Four of the Most Inspiring African Textile Artists

Four of the Most Inspiring African Textile Artists

Posted in Design

Since the first works of textile art were developed, artists have redefined the boundaries of what can be considered a textile, as well as how a textile can be considered art. Textile-works can take the form of wall art, tapestry, rug, sculpture, and installation, with an aesthetic and practicality that differ from other visual art forms. In response to the medium versatility, textile artists take the time to develop their own signature style, making their artworks unique.

African artists, in particular, have transformed the medium into a communication tool. They are weaving ideas around family, identity, gender stereotypes, and political narratives, which are taking shape through stitching, knotting, braiding, sewing, quilting, and felting. They have chosen textile to express their art to highlight the materials accessibility and usefulness. So, we’ve gathered below a list of talented and visionary artists who will have you rethinking textile art.

Billie Zangewa

Nationality: Malawi
Art Style: Figurative
Technique: Embroidery

Born in 1973 in Malawi, Billie Zangewa lives and works in Johannesburg, South Africa. She attended Rhodes University, receiving a BFA in graphics and printmaking in 1995. She moved to Johannesburg to work in the fashion and advertising industries before devoting her time wholly to art. Using raw silk fabric and threads, Zangewa hand sews sprightly embroideries who take inspiration from contemporary life scenes. Often the heroin of her figurative compositions, she mixes personal experience with the universal: the bustles of urban megalopolises as well as the actions of ordinary life come alive on the fabric. Everyday life thus becomes a pretext for political reflection on identity, and questions gender stereotypes and racial prejudice.

High Hopes by Billie Zangewa

Cold Shower by Billie Zangewa

Jody Paulsen

Nationality: South Africa
Art Style: Abstract
Technique: Felting, Collage

Jody Paulsen was born in 1987 in Cape Town, South Africa, where he currently lives and works. Following his graduation with a bachelor in Print Media from the Michaelis School of Fine Art in 2009, he achieved his master’s degree in 2013. Paulsen creates vibrant felt collages, which translate vernacular icons, clichés, and slogans of consumerism into his own understanding of popular culture. Texts and symbols play an important role in the composition of his artworks with visual cues ranging from luxury branding to political motifs. Wave-like patterns merge with narrative scenes that indulge in a vibrant color composition within each work, which evokes a familiarity of repetition. Paulsen is also involved in the fashion industry, collaborating with fashion designers to present numerous collections.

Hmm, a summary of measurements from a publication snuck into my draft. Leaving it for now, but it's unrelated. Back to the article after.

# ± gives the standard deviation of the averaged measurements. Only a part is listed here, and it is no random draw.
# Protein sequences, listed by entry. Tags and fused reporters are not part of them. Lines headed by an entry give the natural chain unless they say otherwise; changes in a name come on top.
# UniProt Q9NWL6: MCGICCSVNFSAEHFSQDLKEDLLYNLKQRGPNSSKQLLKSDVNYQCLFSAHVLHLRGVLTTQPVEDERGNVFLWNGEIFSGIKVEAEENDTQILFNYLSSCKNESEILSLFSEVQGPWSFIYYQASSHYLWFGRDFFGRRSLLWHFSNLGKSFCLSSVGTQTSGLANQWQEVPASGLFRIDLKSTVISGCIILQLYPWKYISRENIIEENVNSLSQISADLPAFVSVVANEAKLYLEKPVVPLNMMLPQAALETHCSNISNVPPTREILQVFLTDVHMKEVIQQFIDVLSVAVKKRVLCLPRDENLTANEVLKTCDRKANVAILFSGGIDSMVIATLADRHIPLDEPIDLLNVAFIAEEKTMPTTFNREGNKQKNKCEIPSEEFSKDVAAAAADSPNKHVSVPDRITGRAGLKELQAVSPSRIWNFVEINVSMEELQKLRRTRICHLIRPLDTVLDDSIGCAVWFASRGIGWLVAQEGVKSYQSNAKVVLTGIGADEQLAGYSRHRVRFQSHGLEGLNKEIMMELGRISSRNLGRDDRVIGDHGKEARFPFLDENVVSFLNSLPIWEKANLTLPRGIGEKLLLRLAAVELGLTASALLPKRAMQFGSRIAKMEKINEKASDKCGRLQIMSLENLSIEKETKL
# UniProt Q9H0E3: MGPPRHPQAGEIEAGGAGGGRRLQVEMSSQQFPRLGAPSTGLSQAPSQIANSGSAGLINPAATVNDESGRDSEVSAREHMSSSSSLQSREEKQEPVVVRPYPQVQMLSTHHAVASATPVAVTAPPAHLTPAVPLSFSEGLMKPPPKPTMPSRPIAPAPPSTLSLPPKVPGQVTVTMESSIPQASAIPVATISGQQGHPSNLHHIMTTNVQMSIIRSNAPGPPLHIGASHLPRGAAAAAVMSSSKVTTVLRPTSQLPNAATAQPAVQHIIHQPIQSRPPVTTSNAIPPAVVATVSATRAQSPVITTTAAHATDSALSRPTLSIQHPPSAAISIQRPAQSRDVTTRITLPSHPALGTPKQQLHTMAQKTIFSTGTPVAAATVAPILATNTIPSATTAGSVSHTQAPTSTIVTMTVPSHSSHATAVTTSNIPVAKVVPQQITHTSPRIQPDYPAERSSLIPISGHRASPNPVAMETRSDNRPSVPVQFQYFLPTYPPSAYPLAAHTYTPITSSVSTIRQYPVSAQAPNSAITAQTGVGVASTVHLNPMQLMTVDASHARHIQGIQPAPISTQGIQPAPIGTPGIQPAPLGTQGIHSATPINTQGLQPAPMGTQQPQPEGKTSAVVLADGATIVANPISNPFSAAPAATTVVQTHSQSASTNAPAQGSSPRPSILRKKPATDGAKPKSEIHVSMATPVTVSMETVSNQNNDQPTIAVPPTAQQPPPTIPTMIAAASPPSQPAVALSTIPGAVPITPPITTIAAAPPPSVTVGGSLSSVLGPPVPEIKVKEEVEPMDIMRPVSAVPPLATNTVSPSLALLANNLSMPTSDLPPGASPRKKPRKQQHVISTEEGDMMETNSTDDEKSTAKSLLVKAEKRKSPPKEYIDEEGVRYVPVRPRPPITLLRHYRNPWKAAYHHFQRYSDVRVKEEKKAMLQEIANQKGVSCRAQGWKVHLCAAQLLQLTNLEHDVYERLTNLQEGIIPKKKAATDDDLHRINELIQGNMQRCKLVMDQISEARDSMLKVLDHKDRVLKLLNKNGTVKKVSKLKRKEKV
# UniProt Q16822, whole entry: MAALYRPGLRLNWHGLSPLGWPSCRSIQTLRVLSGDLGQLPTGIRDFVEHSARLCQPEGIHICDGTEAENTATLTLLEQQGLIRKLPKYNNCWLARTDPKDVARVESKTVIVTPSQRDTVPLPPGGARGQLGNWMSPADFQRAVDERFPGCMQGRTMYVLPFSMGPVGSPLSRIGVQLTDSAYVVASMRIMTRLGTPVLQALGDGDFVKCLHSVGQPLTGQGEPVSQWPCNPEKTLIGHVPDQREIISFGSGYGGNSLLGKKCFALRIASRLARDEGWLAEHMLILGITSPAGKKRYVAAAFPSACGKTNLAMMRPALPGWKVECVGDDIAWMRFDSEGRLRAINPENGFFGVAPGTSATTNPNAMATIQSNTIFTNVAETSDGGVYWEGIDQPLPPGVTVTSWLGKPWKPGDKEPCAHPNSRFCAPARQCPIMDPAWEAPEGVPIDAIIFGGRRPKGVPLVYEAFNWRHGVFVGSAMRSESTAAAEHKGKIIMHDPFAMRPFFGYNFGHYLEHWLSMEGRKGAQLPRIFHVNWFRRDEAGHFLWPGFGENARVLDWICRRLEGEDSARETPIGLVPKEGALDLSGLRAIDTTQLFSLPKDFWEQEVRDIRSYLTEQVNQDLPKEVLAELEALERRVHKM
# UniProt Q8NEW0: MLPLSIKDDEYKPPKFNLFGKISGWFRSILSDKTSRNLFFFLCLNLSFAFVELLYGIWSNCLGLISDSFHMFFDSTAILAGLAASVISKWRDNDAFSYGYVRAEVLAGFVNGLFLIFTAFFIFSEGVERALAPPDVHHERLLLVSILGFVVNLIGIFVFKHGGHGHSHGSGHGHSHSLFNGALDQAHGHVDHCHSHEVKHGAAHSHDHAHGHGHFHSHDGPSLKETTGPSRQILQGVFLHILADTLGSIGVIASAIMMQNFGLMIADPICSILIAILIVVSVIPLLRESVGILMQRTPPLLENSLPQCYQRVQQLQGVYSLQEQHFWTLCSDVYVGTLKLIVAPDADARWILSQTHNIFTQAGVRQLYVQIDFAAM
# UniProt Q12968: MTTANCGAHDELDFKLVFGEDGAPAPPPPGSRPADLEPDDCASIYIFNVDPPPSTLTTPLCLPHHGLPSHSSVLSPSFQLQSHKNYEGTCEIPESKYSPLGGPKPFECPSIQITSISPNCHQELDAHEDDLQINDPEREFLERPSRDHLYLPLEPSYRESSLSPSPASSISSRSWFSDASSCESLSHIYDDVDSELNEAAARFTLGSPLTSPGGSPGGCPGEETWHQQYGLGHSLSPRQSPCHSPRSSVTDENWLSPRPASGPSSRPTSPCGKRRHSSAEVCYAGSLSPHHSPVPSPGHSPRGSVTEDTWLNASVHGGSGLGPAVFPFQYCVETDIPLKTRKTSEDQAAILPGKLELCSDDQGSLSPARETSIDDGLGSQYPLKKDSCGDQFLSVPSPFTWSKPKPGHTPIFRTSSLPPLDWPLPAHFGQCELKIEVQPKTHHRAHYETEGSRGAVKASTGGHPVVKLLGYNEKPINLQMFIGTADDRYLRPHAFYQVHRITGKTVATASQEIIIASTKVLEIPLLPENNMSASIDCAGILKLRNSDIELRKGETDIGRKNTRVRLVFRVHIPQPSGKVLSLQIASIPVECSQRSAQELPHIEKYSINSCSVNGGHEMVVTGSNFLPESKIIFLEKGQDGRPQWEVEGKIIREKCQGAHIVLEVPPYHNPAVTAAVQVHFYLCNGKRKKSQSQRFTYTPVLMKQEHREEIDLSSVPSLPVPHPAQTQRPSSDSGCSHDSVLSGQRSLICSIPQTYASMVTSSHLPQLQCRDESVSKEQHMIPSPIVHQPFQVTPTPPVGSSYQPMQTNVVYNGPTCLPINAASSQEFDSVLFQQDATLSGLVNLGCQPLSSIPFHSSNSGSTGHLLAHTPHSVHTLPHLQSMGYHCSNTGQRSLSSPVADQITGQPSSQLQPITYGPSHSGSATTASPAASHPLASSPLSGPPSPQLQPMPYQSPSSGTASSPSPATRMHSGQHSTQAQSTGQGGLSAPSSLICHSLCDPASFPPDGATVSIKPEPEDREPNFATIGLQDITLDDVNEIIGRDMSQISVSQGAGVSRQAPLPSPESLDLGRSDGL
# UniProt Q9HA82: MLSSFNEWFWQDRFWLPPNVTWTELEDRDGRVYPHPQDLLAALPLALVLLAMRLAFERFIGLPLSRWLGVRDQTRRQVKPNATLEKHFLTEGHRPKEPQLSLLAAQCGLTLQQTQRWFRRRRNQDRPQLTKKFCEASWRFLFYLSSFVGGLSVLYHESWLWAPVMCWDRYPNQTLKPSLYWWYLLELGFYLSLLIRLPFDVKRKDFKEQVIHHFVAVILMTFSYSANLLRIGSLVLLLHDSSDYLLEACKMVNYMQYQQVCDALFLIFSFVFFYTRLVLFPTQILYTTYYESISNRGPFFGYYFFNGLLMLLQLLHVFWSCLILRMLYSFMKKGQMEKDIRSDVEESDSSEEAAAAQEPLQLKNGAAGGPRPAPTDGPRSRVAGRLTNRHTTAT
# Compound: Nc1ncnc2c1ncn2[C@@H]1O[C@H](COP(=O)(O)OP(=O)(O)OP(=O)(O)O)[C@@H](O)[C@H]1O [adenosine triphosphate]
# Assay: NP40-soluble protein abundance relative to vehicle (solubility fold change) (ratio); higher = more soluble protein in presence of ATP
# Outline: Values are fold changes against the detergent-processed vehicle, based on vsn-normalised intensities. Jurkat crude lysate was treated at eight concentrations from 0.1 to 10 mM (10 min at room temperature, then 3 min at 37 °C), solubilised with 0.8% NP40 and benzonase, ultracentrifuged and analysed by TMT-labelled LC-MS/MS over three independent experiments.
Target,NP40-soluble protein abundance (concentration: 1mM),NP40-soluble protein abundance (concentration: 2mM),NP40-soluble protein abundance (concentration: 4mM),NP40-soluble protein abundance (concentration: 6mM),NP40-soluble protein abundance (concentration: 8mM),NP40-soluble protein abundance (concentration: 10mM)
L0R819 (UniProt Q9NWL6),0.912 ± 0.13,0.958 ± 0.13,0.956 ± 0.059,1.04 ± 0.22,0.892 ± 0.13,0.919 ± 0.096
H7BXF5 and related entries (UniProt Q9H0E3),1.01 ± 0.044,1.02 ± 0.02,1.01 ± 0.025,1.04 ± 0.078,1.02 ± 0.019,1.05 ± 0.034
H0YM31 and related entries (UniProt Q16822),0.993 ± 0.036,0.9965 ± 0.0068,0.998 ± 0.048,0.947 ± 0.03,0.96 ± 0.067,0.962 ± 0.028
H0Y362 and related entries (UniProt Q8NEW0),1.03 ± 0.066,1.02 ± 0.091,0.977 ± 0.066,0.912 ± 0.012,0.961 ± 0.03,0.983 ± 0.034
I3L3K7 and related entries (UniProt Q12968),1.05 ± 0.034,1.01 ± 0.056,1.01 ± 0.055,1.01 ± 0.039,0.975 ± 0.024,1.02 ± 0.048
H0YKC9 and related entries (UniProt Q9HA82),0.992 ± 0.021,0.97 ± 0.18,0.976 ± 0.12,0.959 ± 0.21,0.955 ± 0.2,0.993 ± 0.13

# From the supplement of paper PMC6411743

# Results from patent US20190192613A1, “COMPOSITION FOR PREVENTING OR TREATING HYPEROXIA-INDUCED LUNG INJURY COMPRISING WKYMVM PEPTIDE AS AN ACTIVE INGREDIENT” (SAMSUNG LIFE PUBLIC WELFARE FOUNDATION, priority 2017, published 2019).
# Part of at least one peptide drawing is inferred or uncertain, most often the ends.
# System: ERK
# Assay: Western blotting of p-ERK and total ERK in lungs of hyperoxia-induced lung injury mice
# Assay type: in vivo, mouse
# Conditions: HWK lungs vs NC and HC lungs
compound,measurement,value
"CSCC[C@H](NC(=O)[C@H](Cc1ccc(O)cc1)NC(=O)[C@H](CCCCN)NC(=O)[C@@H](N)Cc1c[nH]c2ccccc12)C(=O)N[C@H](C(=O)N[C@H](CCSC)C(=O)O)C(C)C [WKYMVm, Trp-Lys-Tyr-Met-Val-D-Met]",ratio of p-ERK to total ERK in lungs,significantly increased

Blondie by Jody Paulsen

Juicy by Jody Paulsen

Michaela Younge

Nationality: South Africa
Art Style: Surrealism
Technique: Felting, Embroidery

Born in 1993 in Cape Town, South Africa, Michaela Younge grew up in an artistic family. She studied printmaking and sculpture at the Michaelis School of Fine Art where she graduated in 2015, receiving distinctions in both her theoretical and practical studies. Younge creates felt artworks that often depict surreal narratives, which reflect the absurdity of human vices and obsessions with an attempt to find meaning. Her compositions explore dreamlike scenes which weave together popular culture, urban legends, and myths. Her use of irony helps highlight a particular context where social dynamics are regularly questioned with a satirical edge.

The lyrical content of the music by Michaela Younge

Maiden voyage to nowhere good by Michaela Younge

Pierre Fouché

Nationality: South Africa
Art Style: Realism
Technique: Lacemaking, Knotting

Pierre Fouché was born in 1977 in Pretoria, South Africa. He completed his master’s degree in Fine Arts from the University of Stellenbosch in 2006. His work mainly explores themes of portraiture, identity, and queer politics through creations that appear photo-realistic. Inspired by photographs from his collection, Fouché uses various textile-based techniques including macramé, bobbin lace, and drawn thread embroidery to create artworks with a strong sense of quiet introspection and intimacy. Informed by a desire to understand the intricacies of contemporary visual cultures, his aesthetic tends toward the Romantic period in art history. His consistent marriage of iconography with craftsmanship also contributes to this reading.

Judgement of Paris by Pierre Fouche

Judgement of Paris by Pierre Fouche


Posted in Design  |  September 23, 2023